Meister Eckhart (circa 1260 – 1328), also known as Eckhart von Hochheim, was a German theologian, philosopher and mystic, born near Gotha, in the Landgraviate of Thuringia, now central Germany. Since the 19th century his work and philosophy has received renewed attention. He has acquired status as a great mystic within contemporary spirituality, as well as considerable interest from scholars situating him within the medieval scholastic and philosophical tradition.
Quotes by Meister Eckhart…
There are plenty to follow our Lord half-way, but not the other half. They will give up possessions, friends and honors, but it touches them too closely to disown themselves.
God is not attained by a process of addition to anything in the soul, but by a process of subtraction.
The most powerful prayer, one well-nigh omnipotent and the worthiest work of all, is the outcome of a quiet mind. The quieter it is the more powerful, the worthier, the deeper, the more telling and more perfect the prayer is. To the quiet mind all things are possible. What is a quiet mind? A quiet mind is one which nothing weighs or worries, which, free from ties and all self-seeking, is wholly merged into the will of God, and dead as to its own.
Nothing in all creation is so like God as stillness.
Mark how to know yourself. To know himself a man must ever be on the watch over himself, holding his outer faculties. This discipline must be continued until he reaches a state of consciousness. The object is to reach a state of consciousness — a new state of oneself. It is to reach now, where one is present to oneself. What I say unto you I say unto all: Be awake.
God must act and pour himself into you the moment He finds you ready. Don’t imagine that God can be compared to an earthly carpenter, who acts or doesn’t act, as he wishes… who can will to do something or leave it undone, according to his pleasure. It is not that way with God: where and when God finds you ready, He must act and overflow into you, just as when the air is clear and pure, the sun must overflow into it and cannot refrain from doing that.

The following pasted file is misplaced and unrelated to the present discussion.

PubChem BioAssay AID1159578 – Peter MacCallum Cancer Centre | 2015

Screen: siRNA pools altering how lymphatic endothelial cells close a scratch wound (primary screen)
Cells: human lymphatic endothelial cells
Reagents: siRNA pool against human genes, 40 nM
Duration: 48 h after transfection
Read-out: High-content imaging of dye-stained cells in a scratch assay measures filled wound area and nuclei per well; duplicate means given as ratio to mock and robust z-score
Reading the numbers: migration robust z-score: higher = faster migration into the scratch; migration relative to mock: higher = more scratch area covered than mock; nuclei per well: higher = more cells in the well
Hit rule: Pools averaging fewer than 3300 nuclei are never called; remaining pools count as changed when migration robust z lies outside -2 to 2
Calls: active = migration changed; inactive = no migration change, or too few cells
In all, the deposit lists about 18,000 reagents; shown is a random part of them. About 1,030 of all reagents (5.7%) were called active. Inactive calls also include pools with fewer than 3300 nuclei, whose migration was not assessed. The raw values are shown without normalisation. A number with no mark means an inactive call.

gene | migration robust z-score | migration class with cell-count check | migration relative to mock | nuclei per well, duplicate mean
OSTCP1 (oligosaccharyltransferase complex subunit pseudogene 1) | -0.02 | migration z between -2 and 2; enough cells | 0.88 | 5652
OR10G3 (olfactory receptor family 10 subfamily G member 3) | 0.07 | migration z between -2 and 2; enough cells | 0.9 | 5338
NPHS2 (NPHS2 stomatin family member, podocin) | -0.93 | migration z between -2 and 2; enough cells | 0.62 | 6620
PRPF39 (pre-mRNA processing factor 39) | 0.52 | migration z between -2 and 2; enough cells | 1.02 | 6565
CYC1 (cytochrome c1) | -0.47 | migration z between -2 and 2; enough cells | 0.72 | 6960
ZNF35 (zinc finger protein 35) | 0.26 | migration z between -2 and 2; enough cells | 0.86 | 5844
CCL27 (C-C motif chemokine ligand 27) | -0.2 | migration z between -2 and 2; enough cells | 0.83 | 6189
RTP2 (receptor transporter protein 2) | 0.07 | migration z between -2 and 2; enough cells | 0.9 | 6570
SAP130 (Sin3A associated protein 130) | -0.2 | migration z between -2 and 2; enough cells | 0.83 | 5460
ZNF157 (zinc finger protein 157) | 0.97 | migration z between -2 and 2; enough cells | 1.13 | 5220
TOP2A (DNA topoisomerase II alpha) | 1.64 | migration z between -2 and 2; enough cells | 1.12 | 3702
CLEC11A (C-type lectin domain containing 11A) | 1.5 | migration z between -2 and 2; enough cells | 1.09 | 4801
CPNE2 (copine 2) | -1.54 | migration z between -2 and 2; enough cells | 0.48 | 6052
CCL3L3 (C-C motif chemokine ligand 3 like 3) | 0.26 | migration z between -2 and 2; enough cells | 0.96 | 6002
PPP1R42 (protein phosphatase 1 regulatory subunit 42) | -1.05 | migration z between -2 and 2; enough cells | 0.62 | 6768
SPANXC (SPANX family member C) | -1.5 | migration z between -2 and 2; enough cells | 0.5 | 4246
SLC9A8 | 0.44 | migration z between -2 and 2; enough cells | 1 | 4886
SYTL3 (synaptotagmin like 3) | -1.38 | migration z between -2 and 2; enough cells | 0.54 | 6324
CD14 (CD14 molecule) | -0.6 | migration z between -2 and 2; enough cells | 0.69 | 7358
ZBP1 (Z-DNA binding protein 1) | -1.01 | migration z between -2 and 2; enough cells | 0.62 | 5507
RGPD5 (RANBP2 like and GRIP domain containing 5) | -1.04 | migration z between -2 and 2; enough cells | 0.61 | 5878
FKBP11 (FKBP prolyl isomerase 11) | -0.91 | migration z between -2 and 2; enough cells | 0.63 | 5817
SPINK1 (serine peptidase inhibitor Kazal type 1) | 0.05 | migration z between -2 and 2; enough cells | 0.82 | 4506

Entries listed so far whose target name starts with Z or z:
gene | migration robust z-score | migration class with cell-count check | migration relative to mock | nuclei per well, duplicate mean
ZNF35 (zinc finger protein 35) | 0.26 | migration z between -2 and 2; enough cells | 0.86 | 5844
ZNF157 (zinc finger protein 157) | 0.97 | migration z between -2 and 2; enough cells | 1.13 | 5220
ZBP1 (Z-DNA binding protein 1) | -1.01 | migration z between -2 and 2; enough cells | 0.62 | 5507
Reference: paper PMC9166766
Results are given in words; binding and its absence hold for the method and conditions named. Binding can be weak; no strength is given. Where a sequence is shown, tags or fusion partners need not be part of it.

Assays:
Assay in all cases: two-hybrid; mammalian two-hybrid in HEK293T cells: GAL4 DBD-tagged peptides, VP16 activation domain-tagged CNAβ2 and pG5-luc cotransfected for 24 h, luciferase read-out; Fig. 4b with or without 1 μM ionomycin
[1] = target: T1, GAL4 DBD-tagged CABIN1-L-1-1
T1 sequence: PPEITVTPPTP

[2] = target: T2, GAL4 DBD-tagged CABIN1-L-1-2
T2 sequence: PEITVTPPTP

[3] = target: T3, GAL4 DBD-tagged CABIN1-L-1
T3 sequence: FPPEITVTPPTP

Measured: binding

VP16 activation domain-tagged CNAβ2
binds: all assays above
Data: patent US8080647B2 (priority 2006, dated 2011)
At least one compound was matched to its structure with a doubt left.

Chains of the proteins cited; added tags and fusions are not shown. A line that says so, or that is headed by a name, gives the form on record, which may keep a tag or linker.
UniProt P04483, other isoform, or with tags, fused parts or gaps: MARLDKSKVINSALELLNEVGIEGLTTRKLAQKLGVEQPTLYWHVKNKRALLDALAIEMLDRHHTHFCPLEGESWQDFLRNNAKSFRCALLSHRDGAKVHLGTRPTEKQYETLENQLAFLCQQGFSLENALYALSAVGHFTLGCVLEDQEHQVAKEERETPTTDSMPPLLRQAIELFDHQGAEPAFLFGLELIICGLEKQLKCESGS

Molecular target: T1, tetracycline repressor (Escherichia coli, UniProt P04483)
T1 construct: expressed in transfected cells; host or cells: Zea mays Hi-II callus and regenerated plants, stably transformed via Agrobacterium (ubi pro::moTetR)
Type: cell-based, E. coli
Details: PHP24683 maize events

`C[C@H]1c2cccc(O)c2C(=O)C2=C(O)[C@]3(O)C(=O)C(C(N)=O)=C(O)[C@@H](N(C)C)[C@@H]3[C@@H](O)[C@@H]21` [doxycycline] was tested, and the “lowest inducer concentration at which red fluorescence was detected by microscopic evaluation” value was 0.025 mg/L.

The eye by which I see God is the same as the eye by which God sees me. My eye and God’s eye are one and the same.
Start first with yourself and abandon yourself. Truly, if you won’t first leave yourself, wherever you may go you will find obstacles and war, anywhere. They who seek peace in external things — in places or in ways and methods, in persons or works, in monasticism or isolation, in poverty or humility, in anything, however great that might be — not one of them has the least value and it does not bring peace at all.
They who ask this way, ask wrong. The further they go, the less they find what they seek. They walk like the man who has lost his way: the more he walks the more his delusion grows… But if someone abandons himself, whatever else he might keep, whether riches or honours, or anything, he has abandoned all things. See yourself and wherever you find him, see him off. The more you go out of all things, that much, neither less nor more, God comes in you with all that is His.
God’s divinity comes of my humility, and this may be demonstrated as follows. It is God’s peculiar property to give; but He cannot give unless something is prepared to receive his gifts. If, then, I prepare my humility to receive what He gives, by my humility I make God a giver. Since it is His nature to give, I am merely giving God what is already His own.
It is like a rich man who wants to be a giver but must first find a taker, since without a taker he cannot be a giver. Similarly, if God is to be a giver, He must first find a taker, but no one may be a taker of God’s gifts except by his humility. Therefore, if God is to exercise his divine property by his gifts, He well may need my humility; for apart from humility He can give me nothing — without it I am not prepared to receive His gift. That is why it is true that by humility I give divinity to God.
By humility, out of an enemy He has made a friend, which is more than to have created a new earth.